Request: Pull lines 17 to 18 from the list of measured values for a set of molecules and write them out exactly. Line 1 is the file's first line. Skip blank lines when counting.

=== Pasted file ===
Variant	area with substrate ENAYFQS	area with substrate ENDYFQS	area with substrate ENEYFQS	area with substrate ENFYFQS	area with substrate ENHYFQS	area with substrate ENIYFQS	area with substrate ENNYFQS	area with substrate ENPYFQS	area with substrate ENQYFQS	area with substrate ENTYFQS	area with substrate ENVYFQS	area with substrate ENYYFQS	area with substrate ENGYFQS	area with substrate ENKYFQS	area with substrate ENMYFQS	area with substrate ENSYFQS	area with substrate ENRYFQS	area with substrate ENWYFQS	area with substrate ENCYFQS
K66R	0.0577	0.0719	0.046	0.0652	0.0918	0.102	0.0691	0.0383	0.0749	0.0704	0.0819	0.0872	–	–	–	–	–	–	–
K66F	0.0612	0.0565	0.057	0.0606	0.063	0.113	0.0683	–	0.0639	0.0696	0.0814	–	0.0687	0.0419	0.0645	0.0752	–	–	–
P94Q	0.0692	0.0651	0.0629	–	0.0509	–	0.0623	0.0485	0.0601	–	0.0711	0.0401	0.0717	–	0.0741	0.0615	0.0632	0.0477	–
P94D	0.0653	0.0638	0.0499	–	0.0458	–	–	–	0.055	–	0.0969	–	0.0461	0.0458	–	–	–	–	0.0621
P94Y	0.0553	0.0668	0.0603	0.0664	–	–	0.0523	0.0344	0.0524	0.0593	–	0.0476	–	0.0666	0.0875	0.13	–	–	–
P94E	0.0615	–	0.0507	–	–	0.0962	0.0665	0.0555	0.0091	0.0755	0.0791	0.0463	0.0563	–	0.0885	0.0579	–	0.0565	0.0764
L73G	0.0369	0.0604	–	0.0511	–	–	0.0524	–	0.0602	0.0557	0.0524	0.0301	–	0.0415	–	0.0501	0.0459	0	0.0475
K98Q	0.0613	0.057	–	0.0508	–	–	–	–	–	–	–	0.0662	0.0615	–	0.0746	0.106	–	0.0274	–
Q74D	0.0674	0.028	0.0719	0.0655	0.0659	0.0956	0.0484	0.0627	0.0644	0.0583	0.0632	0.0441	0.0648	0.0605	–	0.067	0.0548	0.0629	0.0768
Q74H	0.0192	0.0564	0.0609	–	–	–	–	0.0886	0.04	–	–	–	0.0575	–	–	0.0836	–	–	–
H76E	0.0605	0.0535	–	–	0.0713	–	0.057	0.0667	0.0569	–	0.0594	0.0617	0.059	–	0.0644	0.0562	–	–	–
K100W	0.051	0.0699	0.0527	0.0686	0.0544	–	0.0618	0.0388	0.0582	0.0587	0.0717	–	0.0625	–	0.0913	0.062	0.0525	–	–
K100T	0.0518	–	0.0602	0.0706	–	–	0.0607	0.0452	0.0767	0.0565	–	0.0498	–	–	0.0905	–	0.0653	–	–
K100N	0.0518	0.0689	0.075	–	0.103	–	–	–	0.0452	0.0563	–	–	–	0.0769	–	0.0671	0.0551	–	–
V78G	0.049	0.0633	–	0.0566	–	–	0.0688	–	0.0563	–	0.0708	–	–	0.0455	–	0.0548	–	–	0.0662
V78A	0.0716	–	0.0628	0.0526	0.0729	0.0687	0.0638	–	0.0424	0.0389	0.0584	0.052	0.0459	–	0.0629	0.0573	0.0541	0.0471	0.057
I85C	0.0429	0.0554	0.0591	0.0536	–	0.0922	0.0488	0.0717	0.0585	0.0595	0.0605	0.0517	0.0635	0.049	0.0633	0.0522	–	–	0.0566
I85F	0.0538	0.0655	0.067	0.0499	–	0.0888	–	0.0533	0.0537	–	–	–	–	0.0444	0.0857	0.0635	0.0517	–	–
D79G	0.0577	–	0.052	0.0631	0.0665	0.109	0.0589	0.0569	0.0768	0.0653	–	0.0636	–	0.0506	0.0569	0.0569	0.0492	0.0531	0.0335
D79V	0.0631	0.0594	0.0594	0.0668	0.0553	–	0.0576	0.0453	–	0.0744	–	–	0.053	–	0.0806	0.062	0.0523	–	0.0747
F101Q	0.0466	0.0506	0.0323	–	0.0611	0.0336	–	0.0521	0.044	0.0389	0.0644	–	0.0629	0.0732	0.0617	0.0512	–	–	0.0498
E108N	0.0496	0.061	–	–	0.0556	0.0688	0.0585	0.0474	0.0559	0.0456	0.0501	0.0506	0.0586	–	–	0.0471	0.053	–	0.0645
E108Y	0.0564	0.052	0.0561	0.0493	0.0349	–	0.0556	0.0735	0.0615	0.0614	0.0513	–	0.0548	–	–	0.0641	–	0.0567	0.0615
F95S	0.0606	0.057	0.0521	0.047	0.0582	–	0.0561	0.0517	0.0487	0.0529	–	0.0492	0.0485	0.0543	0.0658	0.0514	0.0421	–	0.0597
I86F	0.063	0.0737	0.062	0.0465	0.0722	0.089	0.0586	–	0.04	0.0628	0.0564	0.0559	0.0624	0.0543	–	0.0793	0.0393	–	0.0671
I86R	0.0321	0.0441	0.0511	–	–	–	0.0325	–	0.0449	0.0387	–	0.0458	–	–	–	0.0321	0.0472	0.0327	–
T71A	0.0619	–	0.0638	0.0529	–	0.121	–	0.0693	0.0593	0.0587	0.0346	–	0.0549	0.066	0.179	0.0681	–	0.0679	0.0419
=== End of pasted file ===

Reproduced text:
V78A	0.0716	–	0.0628	0.0526	0.0729	0.0687	0.0638	–	0.0424	0.0389	0.0584	0.052	0.0459	–	0.0629	0.0573	0.0541	0.0471	0.057
I85C	0.0429	0.0554	0.0591	0.0536	–	0.0922	0.0488	0.0717	0.0585	0.0595	0.0605	0.0517	0.0635	0.049	0.0633	0.0522	–	–	0.0566